Banner of Programs Across the United States That Aid Motorists in the Reporting of Impaired Drivers to Law Enforcement


  • Type of program: DWI dedicated.
  • Program name: REDDI (Report Every Drunk Driver Immediately).
  • Program housed: Idaho’s three regional communications centers – Coeur d’Alene, Meridian, Pocatello.
  • Program began: The program was started in 1982 as a statewide toll-free hotline to which citizens could report suspected drunk drivers. It adopted the acronym REDDI for “Report Every Drunk Driver Immediately.”  It was seen as a means by which citizens could act as additional “eyes and ears,” helping law enforcement be on the lookout for suspected drunk drivers.
  • Reason for initiation: When the program began, cellular telephones were nonexistent and an 800 number (800-233-1212) was used. Citizens were encouraged to call the number when they spotted a drunk driver. Later, as cellular phones became more common, the Idaho State Police approached cellular phone companies and asked if a simpler number could be adopted and used statewide. The number,*ISP (“Star-ISP” for Idaho State Police), is now used. The line has since been expanded to take calls for other highway emergencies.
  • How does the program operate: A citizen who spots a suspected drunk driver or other highway emergency calls either the cellular number (more than 90% of the calls come in this way) or the toll-free 800 number. Depending on the location of the call, the call is routed to the nearest ISP Regional Dispatch Center. The dispatcher takes the necessary information and then forwards it to the nearest patrol units. This may not always be Idaho State Police units, but could be a city or county officer if they are closer. Should the officer spot the suspected vehicle, additional observation is made to determine if a stop should take place. As all Idaho State Police vehicles are video-equipped, videotaping and audio-recording of the stop also take place. This is also valuable additional evidence.
  • Phone number used: *ISP or *477 on cellular phones and 800-233-1212 on any phone.
  • How is program announced or promoted: The program is continually promoted through the use of permanently installed highway signs, inclusion of the number on official Idaho maps and in emergency listings in phone books, as standard information on the bottom of all news releases, periodically in radio and TV spots, and on promotional items (key tags, pencils, and other give-away items used at fairs and other public events). No special budget is set up specifically for REDDI promotion, however.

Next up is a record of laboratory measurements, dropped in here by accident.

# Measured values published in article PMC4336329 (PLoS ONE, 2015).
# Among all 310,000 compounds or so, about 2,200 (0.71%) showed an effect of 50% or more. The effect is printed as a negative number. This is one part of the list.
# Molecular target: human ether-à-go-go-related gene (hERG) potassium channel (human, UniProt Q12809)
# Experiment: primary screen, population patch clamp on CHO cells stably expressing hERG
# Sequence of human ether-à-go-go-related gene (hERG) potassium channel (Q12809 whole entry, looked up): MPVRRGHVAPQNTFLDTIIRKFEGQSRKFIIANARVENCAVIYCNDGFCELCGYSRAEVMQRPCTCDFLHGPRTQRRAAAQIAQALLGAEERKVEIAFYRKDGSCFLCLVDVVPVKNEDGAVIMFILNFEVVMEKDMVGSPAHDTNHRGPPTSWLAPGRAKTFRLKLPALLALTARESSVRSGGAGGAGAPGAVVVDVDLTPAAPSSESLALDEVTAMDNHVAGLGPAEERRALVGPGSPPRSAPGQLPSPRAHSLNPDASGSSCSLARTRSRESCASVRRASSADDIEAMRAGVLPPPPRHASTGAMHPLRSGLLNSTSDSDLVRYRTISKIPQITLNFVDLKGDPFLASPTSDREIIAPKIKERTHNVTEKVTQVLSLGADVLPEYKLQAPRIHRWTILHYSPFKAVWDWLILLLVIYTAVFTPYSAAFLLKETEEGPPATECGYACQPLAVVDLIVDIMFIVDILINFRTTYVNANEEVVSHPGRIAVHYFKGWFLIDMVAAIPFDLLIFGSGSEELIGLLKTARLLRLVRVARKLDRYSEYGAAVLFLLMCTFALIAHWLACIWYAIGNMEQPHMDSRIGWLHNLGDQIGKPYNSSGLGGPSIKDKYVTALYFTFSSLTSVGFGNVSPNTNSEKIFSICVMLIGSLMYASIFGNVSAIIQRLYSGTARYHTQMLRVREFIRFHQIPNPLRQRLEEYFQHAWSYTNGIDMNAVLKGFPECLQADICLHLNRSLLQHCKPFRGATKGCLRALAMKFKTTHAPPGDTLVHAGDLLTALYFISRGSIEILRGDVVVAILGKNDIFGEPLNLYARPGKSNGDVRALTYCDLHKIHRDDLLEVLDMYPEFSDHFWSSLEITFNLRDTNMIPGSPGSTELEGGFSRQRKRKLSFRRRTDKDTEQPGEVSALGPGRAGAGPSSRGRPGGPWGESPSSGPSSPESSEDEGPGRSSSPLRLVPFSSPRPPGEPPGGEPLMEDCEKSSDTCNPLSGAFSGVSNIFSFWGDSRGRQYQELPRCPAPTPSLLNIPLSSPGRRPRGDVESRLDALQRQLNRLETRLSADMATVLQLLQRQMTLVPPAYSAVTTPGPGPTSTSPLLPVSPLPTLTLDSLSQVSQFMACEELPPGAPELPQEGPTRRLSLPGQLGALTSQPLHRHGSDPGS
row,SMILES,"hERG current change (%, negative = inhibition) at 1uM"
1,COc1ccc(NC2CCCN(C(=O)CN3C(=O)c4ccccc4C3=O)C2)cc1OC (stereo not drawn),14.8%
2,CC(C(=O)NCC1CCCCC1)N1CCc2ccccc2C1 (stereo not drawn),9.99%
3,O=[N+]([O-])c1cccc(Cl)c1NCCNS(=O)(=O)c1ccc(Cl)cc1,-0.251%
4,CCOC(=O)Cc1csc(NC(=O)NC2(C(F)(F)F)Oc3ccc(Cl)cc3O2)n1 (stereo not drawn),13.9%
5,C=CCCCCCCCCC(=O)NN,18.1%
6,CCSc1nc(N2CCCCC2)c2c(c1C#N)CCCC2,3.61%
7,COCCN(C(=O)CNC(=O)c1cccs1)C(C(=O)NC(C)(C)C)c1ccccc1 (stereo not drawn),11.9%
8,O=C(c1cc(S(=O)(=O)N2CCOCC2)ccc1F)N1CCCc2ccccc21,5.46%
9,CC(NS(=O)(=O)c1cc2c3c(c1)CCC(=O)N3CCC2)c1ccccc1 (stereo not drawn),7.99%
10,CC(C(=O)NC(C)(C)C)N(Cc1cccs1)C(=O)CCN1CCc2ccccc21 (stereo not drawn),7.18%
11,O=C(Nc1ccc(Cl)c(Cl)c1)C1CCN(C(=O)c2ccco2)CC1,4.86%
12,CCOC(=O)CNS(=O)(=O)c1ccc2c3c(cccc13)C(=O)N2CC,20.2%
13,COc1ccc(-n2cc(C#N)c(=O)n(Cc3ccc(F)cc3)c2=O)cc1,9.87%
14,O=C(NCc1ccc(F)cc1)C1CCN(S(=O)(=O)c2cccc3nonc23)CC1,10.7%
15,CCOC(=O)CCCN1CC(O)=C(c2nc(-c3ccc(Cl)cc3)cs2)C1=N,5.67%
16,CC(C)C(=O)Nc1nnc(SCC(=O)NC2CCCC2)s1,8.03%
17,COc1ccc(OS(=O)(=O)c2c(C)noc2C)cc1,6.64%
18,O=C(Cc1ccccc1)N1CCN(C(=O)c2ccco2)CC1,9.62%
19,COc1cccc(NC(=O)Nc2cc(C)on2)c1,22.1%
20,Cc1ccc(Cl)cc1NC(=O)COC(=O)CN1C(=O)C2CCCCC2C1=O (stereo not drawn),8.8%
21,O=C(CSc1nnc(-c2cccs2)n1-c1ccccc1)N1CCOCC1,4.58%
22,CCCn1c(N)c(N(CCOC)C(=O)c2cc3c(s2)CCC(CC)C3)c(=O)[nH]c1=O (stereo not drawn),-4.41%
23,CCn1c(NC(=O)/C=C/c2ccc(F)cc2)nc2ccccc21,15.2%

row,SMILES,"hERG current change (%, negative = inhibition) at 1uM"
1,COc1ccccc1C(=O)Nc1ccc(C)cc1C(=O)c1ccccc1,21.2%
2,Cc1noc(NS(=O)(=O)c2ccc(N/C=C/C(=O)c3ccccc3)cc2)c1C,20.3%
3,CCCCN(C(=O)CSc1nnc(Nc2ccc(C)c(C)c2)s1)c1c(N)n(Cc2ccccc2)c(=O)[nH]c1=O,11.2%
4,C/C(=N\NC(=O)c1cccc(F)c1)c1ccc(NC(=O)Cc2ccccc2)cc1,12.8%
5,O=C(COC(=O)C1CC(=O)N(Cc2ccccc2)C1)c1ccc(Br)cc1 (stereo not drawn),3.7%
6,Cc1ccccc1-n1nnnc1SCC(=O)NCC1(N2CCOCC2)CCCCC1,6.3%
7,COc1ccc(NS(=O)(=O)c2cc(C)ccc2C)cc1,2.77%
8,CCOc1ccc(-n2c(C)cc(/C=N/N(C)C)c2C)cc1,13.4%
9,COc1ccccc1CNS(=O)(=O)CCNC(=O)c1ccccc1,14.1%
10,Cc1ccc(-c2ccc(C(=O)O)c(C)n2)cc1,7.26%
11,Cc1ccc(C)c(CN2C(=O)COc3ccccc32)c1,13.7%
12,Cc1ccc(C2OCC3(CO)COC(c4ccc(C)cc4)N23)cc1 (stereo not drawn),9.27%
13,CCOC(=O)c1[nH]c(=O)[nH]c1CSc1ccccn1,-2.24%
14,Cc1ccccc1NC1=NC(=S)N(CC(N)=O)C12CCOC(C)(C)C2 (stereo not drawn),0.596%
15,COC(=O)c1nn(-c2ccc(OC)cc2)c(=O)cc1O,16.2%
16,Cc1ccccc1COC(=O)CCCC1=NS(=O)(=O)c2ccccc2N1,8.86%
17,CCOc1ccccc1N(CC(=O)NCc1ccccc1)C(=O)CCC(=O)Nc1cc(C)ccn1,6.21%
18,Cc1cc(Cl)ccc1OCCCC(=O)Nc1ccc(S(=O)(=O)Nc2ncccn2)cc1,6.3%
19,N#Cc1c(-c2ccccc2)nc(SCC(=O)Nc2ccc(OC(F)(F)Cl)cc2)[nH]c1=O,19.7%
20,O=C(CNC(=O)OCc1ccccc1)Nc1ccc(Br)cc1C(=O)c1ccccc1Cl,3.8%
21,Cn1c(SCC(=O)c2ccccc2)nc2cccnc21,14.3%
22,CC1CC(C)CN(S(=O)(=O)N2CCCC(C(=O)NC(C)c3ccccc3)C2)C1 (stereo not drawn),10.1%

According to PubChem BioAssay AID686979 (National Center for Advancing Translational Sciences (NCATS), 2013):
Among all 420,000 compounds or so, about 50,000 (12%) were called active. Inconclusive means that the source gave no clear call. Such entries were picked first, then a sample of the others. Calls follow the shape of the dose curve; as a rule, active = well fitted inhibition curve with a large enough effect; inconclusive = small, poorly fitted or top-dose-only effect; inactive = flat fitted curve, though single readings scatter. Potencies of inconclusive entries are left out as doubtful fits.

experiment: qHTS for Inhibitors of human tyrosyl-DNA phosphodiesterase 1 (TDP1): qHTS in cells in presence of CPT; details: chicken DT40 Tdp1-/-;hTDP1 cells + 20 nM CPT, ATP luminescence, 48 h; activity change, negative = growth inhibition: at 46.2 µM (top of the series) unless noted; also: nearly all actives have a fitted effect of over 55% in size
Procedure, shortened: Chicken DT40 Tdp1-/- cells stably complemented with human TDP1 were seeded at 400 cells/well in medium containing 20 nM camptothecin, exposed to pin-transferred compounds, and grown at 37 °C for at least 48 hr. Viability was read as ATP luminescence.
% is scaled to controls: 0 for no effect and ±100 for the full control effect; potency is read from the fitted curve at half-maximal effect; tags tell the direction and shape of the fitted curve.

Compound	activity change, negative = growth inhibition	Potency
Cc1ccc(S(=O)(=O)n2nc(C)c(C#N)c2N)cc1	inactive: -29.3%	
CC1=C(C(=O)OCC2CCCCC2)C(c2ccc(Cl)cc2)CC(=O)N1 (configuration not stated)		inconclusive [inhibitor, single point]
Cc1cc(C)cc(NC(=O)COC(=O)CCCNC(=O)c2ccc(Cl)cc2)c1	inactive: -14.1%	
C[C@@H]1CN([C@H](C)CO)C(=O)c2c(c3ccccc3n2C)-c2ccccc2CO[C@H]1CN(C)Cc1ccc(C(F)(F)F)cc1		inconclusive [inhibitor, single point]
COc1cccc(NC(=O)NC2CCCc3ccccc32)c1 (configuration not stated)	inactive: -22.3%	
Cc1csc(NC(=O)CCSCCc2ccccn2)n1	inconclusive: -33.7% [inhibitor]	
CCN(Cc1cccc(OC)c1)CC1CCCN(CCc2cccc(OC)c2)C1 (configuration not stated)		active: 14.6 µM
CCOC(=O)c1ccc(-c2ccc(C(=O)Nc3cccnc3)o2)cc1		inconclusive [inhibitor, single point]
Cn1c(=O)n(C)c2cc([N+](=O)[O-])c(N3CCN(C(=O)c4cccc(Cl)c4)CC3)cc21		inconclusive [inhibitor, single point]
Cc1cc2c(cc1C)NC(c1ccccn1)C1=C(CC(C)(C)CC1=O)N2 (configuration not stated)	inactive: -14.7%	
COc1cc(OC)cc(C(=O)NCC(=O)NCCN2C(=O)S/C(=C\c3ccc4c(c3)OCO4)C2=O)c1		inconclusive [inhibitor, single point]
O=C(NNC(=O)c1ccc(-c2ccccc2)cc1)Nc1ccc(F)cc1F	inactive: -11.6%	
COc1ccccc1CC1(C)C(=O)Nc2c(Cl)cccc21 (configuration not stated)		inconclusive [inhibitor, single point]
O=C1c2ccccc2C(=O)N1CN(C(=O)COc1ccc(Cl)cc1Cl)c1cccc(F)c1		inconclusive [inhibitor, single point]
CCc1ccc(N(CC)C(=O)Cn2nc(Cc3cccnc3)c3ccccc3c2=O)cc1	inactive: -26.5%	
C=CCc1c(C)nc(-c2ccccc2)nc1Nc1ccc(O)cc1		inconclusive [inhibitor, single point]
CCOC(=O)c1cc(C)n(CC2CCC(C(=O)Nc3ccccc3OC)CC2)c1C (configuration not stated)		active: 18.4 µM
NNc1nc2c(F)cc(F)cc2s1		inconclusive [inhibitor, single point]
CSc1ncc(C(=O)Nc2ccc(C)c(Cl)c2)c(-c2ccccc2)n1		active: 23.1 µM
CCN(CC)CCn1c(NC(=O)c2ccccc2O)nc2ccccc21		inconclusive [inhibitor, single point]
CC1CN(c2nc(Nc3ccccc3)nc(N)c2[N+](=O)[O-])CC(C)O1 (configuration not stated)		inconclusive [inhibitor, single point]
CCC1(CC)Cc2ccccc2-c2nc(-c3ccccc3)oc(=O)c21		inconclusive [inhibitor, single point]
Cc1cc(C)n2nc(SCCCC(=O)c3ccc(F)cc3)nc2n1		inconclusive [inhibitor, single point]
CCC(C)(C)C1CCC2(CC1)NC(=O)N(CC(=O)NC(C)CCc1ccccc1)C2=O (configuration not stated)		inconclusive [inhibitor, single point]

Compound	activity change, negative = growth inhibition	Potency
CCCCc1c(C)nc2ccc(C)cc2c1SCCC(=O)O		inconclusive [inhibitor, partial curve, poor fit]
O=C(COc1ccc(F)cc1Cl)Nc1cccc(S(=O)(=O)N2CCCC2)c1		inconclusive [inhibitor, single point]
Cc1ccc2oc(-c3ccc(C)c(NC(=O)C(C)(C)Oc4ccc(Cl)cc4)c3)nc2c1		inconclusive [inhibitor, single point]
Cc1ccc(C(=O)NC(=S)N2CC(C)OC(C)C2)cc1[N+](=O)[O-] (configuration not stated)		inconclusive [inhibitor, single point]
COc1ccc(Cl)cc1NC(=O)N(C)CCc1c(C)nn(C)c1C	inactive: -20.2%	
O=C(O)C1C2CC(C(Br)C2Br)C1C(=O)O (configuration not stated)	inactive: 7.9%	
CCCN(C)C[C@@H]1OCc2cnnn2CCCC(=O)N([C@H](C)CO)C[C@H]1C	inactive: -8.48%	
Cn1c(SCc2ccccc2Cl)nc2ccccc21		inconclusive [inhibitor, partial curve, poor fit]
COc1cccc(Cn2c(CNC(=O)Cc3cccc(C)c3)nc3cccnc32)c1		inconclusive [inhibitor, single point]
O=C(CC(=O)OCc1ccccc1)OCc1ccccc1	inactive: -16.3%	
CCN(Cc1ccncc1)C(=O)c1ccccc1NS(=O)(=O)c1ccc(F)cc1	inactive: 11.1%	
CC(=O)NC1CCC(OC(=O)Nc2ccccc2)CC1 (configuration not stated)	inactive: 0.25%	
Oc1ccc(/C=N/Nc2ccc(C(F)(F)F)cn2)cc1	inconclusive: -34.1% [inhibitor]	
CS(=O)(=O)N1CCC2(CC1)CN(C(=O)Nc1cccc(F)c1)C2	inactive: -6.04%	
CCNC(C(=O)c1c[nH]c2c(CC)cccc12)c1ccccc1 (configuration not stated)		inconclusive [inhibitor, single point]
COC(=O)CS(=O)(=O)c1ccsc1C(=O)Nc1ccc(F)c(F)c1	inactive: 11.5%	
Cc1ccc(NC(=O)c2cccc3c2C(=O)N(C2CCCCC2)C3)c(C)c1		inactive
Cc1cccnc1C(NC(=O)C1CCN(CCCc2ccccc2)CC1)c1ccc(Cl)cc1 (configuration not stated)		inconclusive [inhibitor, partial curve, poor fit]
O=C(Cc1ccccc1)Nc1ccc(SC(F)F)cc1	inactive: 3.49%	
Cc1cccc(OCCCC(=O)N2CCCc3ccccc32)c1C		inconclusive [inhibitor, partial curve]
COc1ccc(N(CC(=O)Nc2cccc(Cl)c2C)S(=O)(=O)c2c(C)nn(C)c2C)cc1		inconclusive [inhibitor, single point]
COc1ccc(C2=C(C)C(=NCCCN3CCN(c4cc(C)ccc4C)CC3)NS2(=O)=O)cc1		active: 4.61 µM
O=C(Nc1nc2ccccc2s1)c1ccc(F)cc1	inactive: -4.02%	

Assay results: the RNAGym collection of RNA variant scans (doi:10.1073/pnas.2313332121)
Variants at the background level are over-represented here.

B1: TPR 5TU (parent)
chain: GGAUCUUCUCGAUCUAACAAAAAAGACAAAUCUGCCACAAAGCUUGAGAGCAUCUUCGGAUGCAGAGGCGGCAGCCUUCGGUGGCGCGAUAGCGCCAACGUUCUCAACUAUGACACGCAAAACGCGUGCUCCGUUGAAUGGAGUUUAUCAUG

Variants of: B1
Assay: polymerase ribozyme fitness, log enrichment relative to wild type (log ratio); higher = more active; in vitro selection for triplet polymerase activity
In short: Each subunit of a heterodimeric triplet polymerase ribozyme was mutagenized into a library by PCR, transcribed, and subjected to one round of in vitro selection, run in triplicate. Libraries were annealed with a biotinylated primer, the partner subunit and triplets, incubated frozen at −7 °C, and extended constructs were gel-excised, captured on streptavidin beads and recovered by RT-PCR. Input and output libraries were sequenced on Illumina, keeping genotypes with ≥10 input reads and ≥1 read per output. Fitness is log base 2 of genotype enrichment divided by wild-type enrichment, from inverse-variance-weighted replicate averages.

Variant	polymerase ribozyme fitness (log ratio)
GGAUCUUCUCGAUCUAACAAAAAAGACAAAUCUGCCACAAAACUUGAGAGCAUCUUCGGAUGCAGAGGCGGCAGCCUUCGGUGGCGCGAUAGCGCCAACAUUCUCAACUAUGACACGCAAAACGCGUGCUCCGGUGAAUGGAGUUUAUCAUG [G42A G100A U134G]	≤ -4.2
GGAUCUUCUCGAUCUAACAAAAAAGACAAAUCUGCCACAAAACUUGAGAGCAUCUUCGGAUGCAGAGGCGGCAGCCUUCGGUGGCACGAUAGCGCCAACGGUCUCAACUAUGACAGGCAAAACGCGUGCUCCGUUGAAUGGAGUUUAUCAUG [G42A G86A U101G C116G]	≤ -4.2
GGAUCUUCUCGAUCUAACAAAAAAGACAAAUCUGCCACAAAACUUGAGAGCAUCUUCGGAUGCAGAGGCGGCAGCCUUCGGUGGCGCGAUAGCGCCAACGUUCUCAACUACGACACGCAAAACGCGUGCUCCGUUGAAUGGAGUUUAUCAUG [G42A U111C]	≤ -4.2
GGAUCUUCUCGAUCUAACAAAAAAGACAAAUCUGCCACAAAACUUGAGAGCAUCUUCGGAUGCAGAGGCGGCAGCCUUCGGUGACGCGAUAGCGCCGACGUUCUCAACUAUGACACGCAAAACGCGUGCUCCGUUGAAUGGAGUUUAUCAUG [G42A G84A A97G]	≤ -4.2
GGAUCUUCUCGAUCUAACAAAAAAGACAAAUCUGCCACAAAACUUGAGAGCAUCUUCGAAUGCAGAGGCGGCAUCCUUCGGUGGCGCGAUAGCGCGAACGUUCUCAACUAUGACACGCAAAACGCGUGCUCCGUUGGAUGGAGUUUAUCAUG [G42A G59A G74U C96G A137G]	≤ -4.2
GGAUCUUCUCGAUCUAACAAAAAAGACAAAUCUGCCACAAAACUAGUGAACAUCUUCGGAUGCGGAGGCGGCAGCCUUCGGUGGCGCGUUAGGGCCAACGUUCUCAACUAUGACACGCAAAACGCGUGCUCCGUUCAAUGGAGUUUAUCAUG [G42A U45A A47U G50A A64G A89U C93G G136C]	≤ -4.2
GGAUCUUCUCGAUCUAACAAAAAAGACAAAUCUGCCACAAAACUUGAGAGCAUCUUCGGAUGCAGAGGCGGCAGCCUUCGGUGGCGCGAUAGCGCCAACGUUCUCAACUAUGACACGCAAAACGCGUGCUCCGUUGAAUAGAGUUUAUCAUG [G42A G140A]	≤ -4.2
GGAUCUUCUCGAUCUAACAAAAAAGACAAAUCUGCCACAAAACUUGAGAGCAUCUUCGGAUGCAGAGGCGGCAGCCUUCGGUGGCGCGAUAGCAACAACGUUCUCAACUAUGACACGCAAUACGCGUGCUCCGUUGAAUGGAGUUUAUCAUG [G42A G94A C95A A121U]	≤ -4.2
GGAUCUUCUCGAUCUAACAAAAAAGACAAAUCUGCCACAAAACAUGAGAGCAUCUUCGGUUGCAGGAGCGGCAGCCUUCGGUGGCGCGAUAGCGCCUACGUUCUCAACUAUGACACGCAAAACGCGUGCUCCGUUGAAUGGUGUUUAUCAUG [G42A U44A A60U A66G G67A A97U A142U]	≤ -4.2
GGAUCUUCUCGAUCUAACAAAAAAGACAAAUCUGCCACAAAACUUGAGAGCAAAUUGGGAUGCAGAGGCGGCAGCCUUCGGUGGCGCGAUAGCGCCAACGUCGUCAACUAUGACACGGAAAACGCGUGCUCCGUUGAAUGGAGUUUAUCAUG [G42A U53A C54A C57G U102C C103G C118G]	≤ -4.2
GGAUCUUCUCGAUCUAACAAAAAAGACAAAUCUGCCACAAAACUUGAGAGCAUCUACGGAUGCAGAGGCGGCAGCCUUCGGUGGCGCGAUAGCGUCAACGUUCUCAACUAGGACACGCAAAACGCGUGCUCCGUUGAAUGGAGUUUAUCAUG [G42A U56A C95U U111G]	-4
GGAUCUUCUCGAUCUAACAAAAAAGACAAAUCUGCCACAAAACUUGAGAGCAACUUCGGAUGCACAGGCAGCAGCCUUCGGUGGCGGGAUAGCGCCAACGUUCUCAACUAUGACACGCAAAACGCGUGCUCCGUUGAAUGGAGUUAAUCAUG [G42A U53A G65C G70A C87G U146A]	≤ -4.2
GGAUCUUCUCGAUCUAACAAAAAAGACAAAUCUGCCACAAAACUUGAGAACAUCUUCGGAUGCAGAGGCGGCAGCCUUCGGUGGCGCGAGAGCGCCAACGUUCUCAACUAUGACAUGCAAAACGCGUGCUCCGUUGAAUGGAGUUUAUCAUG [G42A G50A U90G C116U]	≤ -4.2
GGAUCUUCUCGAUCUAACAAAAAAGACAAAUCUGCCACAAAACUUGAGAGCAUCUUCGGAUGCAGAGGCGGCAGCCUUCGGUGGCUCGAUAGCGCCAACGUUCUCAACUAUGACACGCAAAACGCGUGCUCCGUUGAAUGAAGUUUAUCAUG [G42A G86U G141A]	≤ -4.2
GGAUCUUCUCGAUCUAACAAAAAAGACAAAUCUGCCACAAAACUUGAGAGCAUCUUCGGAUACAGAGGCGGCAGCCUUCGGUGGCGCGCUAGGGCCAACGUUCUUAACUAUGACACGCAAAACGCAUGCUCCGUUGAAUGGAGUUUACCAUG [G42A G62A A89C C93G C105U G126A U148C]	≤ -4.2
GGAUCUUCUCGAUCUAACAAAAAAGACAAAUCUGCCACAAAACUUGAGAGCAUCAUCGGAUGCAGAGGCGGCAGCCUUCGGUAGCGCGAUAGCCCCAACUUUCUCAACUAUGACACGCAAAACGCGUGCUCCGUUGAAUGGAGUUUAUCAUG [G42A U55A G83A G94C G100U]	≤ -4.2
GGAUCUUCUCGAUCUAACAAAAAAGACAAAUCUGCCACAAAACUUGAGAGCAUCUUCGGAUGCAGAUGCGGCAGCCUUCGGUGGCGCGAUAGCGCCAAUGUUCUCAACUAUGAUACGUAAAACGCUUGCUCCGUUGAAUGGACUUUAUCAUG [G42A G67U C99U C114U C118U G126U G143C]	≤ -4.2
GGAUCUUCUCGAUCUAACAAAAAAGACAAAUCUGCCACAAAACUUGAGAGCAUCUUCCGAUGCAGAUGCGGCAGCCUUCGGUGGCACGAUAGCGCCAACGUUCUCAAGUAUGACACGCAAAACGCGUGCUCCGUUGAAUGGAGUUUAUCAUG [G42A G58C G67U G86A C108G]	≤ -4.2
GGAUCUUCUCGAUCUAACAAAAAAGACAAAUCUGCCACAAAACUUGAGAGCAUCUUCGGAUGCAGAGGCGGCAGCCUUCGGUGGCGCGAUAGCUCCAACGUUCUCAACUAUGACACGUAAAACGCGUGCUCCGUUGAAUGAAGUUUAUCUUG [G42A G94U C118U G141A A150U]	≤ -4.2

• Is funding required: Cooperation with Idaho cellular and other telephone companies has worked well and the *ISP and 800-233-1212 are made available at no cost to the department. No additional dispatch funding is provided as these calls simply blend in with other public calls for service.
  • Has any evaluation been conducted: In the early days of the program, detailed reports were prepared and the outcomes of calls were tracked. Over the years, REDDI has simply been integrated into the regular flow of ISP dispatch activity. As all calls come in via the same emergency lines, a dispatcher cannot initially tell if the call came from the 800 number, the *ISP cellular line, or any other regular ISP line.
  • Some problems with program: Incomplete information from callers; too few patrol officers to attend to the calls; length of time necessary to locate the suspected vehicle; officers do not have probable cause to stop the vehicle; joke calls or other non-emergency calls. All the issues mentioned here exist, but they have not become barriers to successful operation of the program.
  • Additional information: The advent of cellular telephones has been the greatest boon to the REDDI program (and to all public highway safety reporting programs). When the program first began in the early 1980s, it had only marginal success as it would require the motorist to stop, find a phone, and report information from memory. With the lapse of time from the initial sighting to the time a call might be made, officers infrequently found the suspected vehicle. With the proliferation of cell phones has come ease of immediate reporting. Often times the reporting party may still be in sight of the suspected vehicle and may be able to help direct the responding officer to the right location. It was estimated that the program now receives over 90 percent of REDDI calls via cellular connection; officials are now considering discontinuing the 800 number which is rarely used.

The Idaho Transportation Department now posts permanent signs along highways across the State reminding motorists of the *ISP number and this has been a boon to the program. Even tourists simply passing through the State are immediately made aware of the program. The program receives other highway emergency information over the same number (i.e., crash reports, road hazard information), serving an additional function. The program is now a regular means of doing business with the public.

  • Contact information:

                        Rick Ohnsman, Public Information Officer
                        Idaho State Police

                        Capt. Steve Richardson, Region 3 Commander
                        Idaho State Police